The emergence and spread of the new respiratory Coronavirus Disease 2019 (COVID-19) was declared a Public Health Emergency in the United States on Jan. 31, 2020. The outbreak, now a pandemic, has catalyzed significant activity by federal, state and local governments; the healthcare community; residents across the country; and people around the world. This is not the first emerging infectious disease event that the world will face, nor will it be the last.
Numerous information technology professionals from around the state gathered at the OARnet office on Oct. 23 to attend the Member Meeting.
OhioLINK supports open access in a variety of ways, from the first open access (OA) Electronic Theses and Dissertation collaborative started in 2001 to our current support for Open Education Resources (OER) and our OA pilot with Wiley.
Here’s a recap of recent activity:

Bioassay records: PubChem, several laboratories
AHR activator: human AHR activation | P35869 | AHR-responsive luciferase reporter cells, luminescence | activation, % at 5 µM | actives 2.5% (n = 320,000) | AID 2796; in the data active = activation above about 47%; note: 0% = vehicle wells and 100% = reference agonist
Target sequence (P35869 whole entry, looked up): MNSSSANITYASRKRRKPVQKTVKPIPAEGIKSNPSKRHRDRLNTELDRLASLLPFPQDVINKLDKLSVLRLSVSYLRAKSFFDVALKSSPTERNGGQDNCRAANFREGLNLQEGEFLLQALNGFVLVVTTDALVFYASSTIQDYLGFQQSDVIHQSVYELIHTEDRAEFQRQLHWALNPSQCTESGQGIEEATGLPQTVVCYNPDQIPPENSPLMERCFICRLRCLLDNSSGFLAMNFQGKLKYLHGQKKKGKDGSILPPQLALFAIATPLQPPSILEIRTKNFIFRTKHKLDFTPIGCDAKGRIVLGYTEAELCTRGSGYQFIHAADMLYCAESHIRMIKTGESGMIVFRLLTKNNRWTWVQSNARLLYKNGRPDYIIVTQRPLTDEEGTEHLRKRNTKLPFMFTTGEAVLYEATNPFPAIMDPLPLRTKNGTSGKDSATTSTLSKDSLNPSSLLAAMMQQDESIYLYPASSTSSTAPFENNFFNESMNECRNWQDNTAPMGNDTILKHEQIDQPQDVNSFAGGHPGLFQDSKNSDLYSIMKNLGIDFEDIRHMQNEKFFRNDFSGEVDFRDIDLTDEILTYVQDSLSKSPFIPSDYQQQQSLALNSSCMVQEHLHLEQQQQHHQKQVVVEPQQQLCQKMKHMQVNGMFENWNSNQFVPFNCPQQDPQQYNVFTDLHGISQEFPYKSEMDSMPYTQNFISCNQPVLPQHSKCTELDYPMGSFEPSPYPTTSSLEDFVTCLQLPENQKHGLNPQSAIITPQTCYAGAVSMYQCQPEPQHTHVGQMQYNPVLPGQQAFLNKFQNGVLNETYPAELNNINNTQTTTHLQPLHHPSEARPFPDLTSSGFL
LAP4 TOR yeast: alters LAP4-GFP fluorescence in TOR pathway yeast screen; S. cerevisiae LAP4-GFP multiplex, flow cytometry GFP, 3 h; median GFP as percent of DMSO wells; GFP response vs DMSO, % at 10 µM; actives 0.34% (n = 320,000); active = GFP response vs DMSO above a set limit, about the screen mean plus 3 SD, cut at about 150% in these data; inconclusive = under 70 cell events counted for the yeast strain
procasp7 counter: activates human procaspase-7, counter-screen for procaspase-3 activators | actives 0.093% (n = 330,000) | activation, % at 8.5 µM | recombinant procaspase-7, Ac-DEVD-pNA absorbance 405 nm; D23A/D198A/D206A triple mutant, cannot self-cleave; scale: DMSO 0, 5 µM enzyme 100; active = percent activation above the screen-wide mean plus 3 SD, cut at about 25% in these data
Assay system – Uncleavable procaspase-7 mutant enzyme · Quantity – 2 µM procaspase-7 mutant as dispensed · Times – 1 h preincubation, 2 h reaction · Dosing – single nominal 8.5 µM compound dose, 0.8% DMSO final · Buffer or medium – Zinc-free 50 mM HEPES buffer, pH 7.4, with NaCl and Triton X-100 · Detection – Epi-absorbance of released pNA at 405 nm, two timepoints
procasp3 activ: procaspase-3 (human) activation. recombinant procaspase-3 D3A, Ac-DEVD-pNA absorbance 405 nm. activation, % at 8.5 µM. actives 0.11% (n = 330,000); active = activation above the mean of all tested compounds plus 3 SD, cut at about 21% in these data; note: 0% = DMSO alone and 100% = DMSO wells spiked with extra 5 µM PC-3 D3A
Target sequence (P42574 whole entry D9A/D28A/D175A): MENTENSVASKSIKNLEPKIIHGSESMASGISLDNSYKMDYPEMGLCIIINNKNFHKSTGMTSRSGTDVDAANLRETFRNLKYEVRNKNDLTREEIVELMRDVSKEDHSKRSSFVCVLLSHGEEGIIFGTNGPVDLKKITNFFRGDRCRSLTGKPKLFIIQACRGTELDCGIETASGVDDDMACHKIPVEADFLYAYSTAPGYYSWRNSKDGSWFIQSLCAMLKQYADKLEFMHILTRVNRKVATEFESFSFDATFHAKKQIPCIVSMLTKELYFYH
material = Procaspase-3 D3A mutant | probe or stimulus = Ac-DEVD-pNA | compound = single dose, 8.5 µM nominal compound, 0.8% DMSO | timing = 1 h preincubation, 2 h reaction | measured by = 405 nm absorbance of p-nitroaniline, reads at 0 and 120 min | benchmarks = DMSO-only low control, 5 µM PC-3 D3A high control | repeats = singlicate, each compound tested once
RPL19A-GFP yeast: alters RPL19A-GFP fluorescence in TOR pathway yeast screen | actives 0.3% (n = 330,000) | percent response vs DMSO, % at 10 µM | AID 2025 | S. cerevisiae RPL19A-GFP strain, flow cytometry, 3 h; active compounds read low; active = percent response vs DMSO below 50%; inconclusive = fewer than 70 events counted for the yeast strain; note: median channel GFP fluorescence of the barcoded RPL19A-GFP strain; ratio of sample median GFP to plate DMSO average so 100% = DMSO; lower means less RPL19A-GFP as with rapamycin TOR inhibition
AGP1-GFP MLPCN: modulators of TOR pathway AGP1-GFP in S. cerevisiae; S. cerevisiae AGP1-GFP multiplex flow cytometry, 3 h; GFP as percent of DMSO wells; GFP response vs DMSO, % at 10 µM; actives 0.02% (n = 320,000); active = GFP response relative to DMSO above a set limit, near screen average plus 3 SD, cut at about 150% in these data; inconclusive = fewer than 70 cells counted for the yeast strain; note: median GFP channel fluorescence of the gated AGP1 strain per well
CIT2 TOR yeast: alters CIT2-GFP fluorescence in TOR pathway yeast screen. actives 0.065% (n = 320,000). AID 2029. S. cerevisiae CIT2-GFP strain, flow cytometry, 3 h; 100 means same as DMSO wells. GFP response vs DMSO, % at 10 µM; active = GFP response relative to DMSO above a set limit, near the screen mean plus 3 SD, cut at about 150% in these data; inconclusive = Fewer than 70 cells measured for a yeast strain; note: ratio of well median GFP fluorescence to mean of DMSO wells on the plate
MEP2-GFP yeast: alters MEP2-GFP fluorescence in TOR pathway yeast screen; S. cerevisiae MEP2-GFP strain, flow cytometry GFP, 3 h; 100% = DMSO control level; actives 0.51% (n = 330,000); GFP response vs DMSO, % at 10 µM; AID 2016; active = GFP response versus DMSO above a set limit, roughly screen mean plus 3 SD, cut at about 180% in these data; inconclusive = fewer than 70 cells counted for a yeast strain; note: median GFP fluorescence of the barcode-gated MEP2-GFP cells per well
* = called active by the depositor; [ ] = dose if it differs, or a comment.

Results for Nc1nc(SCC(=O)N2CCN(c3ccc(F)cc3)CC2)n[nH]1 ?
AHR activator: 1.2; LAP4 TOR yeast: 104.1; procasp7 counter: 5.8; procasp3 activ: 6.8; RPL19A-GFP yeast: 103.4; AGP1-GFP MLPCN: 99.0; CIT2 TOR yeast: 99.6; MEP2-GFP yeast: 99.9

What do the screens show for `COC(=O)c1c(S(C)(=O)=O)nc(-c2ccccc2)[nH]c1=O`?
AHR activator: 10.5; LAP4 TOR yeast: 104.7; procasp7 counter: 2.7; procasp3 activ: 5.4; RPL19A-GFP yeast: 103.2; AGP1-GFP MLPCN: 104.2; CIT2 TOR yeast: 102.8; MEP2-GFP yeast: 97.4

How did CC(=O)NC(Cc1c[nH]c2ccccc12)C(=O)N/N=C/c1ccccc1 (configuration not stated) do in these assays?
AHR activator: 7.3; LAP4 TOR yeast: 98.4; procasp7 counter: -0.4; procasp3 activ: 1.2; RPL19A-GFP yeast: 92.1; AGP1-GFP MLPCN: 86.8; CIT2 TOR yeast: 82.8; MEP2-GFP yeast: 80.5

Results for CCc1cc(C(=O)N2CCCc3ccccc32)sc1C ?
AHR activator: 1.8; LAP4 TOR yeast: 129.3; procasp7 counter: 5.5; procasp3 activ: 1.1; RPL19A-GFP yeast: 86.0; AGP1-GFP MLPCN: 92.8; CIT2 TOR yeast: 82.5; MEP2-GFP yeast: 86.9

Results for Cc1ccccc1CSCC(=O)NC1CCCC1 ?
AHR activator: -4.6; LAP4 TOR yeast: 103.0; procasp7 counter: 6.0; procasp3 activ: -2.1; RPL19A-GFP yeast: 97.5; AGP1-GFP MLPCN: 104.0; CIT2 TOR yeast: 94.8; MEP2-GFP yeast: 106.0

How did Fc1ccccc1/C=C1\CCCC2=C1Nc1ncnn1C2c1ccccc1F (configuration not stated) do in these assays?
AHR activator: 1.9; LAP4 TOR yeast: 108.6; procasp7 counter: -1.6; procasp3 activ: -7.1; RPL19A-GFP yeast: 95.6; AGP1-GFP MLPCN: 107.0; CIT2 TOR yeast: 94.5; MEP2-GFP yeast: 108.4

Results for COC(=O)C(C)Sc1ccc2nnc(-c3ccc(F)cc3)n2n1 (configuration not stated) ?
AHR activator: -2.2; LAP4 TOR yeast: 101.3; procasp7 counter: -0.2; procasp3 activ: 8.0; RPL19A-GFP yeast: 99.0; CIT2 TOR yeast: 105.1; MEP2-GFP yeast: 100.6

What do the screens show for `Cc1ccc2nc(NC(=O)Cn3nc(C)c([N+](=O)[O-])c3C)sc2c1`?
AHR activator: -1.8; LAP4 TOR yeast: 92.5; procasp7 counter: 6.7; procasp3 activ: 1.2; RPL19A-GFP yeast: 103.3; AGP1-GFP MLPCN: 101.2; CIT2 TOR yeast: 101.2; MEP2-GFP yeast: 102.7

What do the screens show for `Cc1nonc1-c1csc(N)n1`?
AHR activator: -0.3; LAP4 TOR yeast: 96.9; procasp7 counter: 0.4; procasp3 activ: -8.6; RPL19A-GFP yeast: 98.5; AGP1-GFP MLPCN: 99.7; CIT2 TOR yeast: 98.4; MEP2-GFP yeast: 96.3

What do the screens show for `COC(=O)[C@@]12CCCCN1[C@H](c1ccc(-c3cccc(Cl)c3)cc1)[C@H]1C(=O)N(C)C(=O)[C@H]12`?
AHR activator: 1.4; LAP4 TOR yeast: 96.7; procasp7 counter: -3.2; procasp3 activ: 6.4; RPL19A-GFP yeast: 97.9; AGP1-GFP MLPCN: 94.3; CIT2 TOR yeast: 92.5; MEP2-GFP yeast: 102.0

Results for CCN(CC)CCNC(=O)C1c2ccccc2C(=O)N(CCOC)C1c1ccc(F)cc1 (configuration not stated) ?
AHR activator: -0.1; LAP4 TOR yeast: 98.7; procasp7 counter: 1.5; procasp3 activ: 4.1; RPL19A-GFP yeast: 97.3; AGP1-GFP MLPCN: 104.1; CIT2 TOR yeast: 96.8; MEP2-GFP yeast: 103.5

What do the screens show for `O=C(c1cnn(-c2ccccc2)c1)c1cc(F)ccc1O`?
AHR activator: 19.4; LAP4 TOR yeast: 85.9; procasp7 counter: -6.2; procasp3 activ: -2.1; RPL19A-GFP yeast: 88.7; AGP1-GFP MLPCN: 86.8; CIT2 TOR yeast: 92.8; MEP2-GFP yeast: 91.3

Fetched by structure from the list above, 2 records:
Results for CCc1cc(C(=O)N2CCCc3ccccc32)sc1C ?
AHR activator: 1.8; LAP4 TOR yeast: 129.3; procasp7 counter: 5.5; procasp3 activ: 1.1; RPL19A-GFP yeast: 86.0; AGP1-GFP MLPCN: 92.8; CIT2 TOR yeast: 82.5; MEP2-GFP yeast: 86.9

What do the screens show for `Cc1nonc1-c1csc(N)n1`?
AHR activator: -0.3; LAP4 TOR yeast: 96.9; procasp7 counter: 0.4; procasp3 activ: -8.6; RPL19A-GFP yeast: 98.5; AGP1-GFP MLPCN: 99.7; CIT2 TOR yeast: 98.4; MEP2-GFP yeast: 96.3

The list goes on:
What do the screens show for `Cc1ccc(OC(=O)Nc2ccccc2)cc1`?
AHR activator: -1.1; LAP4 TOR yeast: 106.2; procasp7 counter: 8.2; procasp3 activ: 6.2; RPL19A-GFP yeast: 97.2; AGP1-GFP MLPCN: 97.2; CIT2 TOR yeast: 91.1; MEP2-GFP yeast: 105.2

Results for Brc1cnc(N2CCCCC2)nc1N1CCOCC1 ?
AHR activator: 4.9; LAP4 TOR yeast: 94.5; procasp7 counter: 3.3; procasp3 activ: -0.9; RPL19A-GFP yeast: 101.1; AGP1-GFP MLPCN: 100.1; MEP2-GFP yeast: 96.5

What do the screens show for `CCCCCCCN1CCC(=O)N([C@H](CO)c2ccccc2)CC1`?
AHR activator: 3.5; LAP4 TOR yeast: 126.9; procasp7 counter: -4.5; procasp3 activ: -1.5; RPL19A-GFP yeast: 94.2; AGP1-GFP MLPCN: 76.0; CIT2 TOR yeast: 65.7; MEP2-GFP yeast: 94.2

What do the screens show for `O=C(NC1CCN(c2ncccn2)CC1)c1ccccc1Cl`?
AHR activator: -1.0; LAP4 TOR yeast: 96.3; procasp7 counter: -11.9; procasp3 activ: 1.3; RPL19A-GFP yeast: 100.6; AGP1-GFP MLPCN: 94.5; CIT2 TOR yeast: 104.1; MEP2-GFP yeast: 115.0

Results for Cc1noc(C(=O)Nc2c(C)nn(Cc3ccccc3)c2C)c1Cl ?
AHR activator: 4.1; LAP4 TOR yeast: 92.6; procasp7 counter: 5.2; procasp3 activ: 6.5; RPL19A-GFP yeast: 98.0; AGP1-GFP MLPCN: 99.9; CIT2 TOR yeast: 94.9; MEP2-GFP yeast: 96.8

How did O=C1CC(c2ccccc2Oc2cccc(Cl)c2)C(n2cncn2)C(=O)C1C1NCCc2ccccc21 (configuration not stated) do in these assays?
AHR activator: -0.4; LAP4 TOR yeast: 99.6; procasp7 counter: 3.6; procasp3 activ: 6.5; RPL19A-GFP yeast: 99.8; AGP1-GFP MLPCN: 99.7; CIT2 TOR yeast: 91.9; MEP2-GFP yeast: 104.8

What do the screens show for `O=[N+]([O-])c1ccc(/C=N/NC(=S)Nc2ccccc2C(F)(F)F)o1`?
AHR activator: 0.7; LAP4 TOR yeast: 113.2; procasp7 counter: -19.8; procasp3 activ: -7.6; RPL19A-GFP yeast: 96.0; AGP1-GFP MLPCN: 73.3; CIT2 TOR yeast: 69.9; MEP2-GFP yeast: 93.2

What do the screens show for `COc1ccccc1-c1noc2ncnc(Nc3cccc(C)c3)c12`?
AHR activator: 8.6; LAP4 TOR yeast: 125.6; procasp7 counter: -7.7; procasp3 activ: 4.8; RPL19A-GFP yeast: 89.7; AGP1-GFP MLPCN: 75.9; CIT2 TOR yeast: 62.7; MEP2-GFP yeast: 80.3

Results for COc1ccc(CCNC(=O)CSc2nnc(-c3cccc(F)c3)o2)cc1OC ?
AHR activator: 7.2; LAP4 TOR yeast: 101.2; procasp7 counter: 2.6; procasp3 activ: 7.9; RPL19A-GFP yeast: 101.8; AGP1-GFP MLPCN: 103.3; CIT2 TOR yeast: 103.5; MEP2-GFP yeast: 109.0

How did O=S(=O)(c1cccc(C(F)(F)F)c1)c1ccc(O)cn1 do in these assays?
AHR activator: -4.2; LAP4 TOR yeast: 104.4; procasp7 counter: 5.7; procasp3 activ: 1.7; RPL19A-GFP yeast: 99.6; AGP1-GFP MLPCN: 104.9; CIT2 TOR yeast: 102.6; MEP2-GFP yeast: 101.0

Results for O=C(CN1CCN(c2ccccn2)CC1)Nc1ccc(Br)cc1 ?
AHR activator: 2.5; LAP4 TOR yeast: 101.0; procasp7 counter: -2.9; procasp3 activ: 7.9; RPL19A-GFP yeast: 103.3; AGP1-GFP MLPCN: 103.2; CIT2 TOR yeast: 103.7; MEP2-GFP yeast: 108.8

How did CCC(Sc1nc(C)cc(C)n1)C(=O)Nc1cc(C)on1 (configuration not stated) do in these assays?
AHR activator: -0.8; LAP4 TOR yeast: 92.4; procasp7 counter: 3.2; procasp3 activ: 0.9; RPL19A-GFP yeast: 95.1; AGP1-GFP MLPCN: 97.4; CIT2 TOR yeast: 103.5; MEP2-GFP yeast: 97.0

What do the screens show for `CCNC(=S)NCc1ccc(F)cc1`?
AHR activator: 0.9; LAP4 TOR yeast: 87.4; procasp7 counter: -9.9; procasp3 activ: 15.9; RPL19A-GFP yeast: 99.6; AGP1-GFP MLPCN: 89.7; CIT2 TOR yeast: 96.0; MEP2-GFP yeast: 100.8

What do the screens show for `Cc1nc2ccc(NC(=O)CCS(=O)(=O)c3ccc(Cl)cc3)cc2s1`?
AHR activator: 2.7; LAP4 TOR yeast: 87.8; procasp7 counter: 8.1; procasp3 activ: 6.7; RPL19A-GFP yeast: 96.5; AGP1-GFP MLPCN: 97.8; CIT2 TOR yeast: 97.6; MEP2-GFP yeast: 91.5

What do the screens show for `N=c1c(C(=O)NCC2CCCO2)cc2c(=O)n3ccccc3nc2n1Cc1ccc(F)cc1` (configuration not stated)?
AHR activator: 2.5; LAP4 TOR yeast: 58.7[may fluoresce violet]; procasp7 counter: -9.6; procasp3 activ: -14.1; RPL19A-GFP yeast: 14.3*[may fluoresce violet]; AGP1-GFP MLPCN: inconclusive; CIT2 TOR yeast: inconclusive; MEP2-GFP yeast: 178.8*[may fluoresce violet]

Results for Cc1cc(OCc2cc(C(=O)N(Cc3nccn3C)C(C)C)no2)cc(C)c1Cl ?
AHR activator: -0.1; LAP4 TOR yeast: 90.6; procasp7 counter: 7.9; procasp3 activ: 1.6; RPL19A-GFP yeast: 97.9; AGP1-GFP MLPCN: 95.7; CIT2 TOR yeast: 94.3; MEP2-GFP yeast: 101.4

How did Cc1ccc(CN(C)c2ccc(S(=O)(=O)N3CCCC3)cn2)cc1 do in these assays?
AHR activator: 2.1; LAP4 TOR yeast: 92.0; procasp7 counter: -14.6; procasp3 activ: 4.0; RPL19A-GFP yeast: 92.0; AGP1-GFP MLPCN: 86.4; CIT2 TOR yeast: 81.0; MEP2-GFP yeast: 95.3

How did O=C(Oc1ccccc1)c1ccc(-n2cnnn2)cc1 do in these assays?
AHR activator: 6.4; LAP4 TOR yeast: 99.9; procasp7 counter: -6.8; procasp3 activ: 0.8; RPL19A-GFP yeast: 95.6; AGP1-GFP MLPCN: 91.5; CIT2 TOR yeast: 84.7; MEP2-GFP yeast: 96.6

Many OhioLINK institutions are promoting and hosting events for the 12th annual Open Access Week (October 21-25), an international week that focuses on resources that are freely available to anyone online.
Open access ETD boasts more than 100,000 submissions and nearly 85 million downloads from 234 countries.
When I say, “Hi, I’m from the Ohio Supercomputer Center,” the usual response is, “I didn’t know that there was an Ohio Supercomputer Center!” That’s a reasonable reaction, because most Ohioans aren’t involved in academic or commercial research, so their need for high performance computing (HPC) is understandably limited.
Twenty years ago, on June 7, 2000, the Ohio Supercomputer Center (OSC) announced the creation of the Young Women's Summer Institute—a summer educational program for middle-school girls in Ohio designed in response to the documented lack of interest in math, science and engineering among girls. This unfortunate situation was translating into the low participation of women in the science, technology, engineering and math (STEM) fields, and in particular, information technology.
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